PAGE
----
Fun Ways to Warm Up Winter
Monday, December 19, 2011
The nights are colder, the days are shorter and your dog's favorite chew toy is buried under ten inches of snow. What a perfect day to play with your dog.
The nights are colder, the days are shorter and your dog's favorite chew toy is buried under ten inches of snow. What a perfect day to play with your dog. Here are few games you can try to help boost your dog's energy and fitness level over the next few winter months.
Try burying a stick, toy or even a treat in the snow. Then sit back and watch his natural tracking instinct kick in. For dogs that require a bit of help finding their reward, try hiding the object closer to your dog at first, then slowly burying it further away the better your dog gets at the game.
Fetch, Catch and Beyond
If your dog loves to fetch or catch rubber balls chances are he will love trying to do the same with snowball. Be prepared to make a large stockpile of snowballs!
The Big Roll
If you live near a hilly park trying rolling snowballs down the bank. Your dog won't be able to get enough chasing and pouncing.
Hide & Seek
This game is ideal for two or more people. Have one person hold your dog while you go and hide, then have the dog come find you. Make sure you chose a familiar and less enclosed setting with well-trained dogs.
If the snow isn't outrageously deep, you can always have your dog join you for a snowshoe walk. Keep in mind you may have to leash your dog so be aware of the local park or trail bylaws.
Regardless of the season, safety should always remain top of mind when playtime rolls around. Here are a couple of safety tips to remember before and after venturing outside during the cold months.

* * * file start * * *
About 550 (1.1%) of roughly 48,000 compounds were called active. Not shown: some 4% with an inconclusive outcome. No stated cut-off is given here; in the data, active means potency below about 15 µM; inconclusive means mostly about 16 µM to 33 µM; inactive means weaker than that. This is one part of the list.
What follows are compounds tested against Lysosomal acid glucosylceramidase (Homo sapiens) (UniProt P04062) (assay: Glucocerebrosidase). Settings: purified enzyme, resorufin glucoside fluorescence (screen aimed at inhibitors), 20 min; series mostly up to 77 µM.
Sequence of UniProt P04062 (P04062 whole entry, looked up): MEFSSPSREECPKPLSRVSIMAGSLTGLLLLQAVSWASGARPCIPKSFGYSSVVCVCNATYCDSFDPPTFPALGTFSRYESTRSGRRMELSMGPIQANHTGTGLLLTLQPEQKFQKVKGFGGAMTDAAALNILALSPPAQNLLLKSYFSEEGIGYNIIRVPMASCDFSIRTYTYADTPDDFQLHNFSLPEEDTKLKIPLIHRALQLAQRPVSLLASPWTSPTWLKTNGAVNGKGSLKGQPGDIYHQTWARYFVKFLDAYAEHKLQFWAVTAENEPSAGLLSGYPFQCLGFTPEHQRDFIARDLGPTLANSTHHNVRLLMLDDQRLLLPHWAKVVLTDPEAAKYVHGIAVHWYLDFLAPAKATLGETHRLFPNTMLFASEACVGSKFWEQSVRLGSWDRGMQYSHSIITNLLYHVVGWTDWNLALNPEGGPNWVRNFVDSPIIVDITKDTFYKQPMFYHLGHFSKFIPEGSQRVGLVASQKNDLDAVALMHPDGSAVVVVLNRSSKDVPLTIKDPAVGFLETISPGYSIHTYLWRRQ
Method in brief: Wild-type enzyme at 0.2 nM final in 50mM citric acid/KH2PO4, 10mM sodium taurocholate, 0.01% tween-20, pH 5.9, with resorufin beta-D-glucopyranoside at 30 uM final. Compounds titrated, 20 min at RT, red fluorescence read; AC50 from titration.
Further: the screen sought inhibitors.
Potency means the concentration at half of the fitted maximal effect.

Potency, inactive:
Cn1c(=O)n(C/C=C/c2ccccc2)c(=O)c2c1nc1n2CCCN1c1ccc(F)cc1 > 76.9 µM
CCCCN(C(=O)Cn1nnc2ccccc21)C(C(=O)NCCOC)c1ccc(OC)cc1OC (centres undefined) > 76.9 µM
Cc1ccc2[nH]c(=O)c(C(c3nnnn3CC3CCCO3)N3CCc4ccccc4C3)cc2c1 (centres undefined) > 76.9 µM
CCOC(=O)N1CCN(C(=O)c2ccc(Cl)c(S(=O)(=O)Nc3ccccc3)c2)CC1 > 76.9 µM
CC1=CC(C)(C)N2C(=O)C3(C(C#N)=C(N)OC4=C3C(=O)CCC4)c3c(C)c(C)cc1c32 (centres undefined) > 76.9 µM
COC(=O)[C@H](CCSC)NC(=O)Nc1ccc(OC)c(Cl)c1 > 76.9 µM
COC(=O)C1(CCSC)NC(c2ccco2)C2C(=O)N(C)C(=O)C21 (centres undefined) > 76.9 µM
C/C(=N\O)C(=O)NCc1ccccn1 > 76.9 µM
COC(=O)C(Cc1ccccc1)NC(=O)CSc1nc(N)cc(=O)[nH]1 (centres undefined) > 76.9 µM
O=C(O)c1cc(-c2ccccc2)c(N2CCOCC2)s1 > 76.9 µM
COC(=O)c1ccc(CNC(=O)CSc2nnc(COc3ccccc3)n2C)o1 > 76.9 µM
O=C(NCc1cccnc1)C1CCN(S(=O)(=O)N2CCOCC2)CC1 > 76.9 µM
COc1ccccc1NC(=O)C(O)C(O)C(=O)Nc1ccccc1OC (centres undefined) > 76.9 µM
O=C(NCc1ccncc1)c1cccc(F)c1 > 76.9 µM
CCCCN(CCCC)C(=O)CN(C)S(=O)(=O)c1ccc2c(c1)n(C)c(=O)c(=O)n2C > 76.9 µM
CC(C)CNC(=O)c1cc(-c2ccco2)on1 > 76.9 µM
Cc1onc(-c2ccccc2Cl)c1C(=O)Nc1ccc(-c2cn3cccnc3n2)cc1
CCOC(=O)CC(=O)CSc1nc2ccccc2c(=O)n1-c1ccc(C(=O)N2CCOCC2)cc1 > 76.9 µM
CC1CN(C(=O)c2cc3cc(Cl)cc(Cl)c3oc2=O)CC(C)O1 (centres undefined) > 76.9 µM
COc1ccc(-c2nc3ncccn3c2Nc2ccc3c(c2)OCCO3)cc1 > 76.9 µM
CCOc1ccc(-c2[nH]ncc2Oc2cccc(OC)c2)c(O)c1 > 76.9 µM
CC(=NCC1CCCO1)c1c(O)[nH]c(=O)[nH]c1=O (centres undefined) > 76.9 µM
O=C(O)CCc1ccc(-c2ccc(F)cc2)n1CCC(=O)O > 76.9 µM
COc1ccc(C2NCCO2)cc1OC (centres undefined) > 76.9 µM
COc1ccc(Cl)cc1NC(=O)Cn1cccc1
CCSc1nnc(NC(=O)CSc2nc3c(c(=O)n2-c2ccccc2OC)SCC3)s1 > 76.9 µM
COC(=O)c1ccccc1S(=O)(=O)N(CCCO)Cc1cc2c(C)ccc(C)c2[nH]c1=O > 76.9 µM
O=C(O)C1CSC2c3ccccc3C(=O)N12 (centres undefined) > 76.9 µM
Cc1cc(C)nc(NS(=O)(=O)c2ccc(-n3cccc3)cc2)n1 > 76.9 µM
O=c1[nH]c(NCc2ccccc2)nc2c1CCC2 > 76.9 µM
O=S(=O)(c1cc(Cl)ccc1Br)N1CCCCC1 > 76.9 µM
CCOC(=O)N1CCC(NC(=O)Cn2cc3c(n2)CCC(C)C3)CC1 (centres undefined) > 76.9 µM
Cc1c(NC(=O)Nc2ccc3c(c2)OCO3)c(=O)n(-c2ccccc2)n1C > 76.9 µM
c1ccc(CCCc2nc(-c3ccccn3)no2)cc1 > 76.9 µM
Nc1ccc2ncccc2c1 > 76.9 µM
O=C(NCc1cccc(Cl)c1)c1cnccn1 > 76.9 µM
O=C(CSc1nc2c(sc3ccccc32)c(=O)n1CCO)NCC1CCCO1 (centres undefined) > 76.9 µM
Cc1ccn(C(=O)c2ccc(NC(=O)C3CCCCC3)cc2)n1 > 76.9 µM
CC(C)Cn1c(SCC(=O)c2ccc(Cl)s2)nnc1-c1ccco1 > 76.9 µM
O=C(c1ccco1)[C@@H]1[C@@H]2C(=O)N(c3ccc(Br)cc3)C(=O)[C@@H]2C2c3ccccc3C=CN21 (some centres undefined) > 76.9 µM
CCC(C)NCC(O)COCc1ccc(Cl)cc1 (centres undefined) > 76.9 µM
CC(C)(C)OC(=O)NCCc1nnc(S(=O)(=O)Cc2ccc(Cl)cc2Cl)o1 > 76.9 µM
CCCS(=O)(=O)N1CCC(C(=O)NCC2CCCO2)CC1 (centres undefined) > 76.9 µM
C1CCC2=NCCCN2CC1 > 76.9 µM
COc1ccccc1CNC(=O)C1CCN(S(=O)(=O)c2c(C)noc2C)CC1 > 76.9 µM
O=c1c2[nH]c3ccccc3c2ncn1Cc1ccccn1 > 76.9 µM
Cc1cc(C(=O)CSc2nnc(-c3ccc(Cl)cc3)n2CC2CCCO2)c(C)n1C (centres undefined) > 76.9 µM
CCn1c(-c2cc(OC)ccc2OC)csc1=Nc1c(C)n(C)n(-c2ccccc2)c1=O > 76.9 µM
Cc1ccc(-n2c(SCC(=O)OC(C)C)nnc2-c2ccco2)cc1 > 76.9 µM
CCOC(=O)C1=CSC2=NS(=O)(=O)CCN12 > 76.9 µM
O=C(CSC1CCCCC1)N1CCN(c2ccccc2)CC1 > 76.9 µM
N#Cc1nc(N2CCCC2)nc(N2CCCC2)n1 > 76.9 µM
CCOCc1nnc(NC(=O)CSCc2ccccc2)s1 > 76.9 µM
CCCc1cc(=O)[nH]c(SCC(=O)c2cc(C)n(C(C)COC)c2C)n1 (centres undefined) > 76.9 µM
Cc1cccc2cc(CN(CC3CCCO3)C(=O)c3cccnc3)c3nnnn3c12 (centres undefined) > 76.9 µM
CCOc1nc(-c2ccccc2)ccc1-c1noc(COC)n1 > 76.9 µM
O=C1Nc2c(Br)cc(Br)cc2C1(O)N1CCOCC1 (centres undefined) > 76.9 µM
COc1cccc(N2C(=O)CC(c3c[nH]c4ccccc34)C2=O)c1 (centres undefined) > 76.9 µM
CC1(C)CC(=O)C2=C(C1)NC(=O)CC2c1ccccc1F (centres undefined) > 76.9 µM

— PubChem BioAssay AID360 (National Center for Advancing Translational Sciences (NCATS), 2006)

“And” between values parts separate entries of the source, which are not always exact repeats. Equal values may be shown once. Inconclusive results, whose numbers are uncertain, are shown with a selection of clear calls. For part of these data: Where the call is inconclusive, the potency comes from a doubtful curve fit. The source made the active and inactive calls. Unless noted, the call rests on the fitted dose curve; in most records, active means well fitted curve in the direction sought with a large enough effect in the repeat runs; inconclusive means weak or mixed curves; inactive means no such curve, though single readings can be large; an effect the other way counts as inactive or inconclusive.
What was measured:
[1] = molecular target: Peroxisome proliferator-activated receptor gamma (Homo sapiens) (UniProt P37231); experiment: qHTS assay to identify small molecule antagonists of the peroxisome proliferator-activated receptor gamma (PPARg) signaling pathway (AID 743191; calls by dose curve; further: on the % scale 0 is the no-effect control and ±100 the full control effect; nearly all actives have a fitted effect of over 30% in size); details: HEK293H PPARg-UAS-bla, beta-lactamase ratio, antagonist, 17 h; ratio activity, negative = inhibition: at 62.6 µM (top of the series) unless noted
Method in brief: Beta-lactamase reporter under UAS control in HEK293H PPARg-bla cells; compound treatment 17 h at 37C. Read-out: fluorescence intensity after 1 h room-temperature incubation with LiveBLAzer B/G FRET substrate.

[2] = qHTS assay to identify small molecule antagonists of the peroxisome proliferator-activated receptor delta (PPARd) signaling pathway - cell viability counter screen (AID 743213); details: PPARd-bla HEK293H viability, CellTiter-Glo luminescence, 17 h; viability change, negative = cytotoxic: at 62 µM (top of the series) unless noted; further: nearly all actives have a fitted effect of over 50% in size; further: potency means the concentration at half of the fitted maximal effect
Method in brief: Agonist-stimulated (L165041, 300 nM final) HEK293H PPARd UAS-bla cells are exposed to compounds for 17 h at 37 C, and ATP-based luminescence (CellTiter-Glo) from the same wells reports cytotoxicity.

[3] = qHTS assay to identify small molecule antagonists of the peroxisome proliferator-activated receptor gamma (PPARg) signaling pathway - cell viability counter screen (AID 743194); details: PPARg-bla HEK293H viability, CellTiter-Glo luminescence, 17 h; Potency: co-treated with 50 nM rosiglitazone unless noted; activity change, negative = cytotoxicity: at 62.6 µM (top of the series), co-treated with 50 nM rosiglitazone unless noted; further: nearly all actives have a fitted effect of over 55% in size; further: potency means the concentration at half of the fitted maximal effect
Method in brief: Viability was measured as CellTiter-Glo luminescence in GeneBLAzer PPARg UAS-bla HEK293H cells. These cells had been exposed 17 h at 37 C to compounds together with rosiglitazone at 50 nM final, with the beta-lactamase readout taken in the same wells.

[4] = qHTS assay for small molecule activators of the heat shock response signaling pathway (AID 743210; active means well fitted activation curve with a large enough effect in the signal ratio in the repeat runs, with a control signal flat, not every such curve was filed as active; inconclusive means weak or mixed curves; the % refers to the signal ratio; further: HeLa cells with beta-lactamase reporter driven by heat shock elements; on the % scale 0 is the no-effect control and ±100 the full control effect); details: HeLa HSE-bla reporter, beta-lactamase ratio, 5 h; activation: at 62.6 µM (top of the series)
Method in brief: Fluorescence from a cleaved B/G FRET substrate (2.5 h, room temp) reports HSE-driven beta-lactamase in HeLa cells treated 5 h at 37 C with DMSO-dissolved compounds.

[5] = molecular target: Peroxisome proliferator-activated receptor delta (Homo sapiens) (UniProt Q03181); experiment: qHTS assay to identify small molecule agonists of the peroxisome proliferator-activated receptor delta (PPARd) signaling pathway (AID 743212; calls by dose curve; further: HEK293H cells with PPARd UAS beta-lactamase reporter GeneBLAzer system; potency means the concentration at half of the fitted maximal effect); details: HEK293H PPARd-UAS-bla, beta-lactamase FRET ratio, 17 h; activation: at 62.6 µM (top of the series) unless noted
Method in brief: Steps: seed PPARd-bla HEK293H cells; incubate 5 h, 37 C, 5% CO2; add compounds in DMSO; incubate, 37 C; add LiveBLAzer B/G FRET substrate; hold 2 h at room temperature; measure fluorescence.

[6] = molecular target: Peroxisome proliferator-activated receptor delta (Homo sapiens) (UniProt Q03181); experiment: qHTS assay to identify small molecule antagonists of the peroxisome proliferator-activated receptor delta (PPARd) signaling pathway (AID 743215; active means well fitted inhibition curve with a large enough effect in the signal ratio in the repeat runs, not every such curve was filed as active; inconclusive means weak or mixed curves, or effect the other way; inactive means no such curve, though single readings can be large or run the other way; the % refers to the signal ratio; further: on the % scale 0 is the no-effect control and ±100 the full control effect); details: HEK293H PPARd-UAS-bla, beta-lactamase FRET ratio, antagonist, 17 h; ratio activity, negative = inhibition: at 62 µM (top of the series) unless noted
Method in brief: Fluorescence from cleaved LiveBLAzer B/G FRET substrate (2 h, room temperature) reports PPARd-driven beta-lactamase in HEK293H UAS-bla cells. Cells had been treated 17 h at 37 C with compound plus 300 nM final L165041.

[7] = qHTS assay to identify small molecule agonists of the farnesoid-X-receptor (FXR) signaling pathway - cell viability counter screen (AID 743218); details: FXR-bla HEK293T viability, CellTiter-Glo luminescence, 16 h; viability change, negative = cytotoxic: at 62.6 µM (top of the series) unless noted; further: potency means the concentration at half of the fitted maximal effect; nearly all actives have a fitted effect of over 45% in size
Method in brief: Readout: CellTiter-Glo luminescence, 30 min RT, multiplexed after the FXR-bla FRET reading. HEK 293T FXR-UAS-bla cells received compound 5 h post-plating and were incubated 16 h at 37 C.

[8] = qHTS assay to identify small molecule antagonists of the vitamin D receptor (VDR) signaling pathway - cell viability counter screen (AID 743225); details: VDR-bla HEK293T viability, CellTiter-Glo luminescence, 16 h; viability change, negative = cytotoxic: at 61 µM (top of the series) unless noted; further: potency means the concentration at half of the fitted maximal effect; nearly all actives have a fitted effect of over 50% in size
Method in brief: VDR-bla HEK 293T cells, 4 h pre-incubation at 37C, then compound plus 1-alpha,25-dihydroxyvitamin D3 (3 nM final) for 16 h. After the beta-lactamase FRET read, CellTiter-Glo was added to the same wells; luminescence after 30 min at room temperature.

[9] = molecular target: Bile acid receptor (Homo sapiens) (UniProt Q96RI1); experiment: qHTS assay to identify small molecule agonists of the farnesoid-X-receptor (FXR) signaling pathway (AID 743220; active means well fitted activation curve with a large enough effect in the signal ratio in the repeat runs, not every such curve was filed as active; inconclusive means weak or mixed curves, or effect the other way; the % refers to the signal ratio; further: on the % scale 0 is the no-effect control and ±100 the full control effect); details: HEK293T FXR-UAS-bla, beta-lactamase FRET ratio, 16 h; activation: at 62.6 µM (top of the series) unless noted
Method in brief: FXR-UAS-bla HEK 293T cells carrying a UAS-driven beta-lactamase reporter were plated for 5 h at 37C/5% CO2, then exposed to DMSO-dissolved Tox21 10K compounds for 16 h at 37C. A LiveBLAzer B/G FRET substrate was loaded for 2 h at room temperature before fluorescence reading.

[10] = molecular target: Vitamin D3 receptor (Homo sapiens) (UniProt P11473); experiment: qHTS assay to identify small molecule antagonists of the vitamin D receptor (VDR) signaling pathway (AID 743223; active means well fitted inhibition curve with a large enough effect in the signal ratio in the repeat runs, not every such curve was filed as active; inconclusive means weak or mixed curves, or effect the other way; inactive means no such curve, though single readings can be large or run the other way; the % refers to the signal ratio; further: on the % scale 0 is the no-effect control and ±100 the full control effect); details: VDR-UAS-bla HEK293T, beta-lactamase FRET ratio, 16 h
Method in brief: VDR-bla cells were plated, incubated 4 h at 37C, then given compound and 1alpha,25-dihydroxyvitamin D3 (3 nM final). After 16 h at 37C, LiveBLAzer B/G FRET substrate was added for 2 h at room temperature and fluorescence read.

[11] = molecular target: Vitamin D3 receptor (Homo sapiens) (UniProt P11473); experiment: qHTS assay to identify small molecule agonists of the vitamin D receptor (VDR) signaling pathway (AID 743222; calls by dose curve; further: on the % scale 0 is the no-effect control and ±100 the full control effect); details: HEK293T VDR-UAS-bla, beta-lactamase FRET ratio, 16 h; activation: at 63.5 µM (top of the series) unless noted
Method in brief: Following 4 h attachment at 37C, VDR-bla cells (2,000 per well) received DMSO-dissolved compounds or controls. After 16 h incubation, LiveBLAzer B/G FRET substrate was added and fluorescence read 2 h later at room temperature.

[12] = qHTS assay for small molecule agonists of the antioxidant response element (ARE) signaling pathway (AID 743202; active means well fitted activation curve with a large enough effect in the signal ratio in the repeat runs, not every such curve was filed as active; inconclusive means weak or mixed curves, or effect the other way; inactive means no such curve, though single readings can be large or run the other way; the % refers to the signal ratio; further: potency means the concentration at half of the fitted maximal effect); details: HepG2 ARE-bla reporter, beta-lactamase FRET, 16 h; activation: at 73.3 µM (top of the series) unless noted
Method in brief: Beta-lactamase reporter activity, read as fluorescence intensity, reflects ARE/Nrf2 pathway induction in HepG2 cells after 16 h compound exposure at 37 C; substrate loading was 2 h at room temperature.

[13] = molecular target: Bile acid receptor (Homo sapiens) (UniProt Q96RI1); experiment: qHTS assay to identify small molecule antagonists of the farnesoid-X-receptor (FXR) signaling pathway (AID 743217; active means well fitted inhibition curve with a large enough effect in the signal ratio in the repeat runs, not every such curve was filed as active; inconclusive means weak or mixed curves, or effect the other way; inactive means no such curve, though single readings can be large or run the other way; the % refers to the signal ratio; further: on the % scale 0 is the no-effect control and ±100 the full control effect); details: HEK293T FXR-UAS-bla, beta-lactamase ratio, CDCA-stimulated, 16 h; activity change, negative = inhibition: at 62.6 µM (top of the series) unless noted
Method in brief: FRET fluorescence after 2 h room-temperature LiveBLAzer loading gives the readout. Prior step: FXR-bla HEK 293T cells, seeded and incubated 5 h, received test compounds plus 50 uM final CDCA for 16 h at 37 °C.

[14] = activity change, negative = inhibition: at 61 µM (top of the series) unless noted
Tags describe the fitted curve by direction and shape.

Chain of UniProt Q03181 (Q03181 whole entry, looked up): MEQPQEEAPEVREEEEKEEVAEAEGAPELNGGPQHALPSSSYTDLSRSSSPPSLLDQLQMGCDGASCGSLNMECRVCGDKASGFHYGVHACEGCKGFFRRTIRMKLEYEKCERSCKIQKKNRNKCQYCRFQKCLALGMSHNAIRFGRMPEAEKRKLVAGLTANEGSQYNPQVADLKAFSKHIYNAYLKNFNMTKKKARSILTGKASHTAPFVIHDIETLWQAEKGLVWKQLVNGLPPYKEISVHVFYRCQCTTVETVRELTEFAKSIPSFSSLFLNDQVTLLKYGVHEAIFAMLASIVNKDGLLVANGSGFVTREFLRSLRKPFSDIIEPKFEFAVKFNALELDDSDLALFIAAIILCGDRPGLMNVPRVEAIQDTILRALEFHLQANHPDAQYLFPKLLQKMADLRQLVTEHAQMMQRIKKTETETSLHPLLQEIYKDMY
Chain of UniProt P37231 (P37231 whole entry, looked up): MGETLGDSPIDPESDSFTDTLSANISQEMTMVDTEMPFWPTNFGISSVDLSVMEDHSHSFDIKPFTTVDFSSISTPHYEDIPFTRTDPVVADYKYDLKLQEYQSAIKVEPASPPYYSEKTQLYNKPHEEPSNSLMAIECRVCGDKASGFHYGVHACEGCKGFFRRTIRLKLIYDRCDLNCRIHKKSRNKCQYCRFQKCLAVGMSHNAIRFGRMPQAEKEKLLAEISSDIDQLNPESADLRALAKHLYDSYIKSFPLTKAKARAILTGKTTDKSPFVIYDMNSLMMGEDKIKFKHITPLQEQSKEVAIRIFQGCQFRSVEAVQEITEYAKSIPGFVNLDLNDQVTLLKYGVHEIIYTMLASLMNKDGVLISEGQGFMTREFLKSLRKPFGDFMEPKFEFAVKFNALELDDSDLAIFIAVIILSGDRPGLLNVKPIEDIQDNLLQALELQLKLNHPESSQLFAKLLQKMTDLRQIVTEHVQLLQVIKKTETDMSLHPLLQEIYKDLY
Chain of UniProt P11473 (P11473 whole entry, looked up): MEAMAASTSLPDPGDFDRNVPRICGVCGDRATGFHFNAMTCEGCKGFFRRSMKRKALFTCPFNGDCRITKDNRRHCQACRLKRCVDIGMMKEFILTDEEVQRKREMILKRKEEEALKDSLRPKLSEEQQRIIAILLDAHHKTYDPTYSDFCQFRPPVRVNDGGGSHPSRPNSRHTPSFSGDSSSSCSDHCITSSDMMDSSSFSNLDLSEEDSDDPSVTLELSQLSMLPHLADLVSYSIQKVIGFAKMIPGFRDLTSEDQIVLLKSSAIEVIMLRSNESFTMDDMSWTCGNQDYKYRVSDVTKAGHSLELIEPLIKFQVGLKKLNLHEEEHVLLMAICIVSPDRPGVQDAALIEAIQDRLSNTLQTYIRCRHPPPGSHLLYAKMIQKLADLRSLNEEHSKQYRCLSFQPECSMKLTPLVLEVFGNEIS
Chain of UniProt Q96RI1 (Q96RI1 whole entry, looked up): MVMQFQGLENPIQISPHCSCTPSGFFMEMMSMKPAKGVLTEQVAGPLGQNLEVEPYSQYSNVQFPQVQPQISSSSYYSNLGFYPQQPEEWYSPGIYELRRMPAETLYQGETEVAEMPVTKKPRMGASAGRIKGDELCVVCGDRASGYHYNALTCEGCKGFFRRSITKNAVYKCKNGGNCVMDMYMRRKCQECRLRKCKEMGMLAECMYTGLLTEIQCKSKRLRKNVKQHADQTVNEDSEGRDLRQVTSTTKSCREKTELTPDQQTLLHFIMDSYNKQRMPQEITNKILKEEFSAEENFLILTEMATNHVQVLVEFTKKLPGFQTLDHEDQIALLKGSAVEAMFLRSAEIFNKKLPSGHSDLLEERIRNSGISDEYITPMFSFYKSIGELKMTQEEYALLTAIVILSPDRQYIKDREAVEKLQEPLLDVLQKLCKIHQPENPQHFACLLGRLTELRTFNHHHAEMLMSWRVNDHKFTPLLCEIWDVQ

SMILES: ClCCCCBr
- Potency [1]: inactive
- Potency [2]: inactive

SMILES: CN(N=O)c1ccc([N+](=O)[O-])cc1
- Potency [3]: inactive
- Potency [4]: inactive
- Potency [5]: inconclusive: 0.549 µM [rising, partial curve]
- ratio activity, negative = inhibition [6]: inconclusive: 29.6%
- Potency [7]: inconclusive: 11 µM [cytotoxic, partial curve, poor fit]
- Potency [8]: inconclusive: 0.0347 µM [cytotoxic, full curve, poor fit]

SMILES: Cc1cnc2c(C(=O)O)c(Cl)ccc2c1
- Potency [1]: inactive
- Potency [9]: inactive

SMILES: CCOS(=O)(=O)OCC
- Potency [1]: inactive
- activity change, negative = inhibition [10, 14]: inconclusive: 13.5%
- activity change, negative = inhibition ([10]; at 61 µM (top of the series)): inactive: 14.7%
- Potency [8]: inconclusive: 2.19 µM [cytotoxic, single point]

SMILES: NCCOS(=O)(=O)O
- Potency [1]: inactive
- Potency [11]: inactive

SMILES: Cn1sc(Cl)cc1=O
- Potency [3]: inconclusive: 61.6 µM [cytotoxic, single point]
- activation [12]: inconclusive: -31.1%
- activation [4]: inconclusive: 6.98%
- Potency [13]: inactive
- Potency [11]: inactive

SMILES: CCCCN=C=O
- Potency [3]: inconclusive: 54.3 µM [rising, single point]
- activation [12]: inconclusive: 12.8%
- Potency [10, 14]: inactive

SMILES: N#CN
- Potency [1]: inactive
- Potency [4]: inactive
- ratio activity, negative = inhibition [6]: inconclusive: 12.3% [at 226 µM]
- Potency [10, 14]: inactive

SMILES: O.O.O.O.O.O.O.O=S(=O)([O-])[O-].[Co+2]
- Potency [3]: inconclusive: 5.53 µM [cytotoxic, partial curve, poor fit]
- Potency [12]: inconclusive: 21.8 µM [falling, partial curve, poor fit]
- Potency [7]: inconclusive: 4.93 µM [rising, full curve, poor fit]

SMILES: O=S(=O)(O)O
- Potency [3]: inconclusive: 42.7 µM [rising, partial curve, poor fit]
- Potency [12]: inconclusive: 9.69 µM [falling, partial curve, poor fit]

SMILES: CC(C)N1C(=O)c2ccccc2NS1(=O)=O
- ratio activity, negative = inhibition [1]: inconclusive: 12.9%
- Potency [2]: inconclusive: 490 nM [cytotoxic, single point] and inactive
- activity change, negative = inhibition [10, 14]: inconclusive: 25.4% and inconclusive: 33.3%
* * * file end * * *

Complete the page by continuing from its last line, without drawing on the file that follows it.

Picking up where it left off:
Don't over work your dog and start with small simple activities at first. Cold temperatures are worse for dogs that suffer form arthritis and joint conditions.
If you're planning on being outside for an extended period of time, bundle your dog up! Many dogs do succumb to hypothermia in the winter.
Watch for icicles and snow building up on your dog's paws. They make walking and running uncomfortable for your pet. Sidewalk salt can also cause your dog's footpads to crack. Consider a pair of booties or rubbing your dog's feet with a petroleum jelly product before each walk.
Often people just associate dehydration with heat and sweating. Your dog can become just as dehydrated playing in the snow. So be sure to carry a bottle of fresh drinking water for your dog. It's cleaner and healthier than letting him eat snow.
With a little imagination, both you and your dog can stay in shape, have some fun and make those cold winter days and night something to look forward to.
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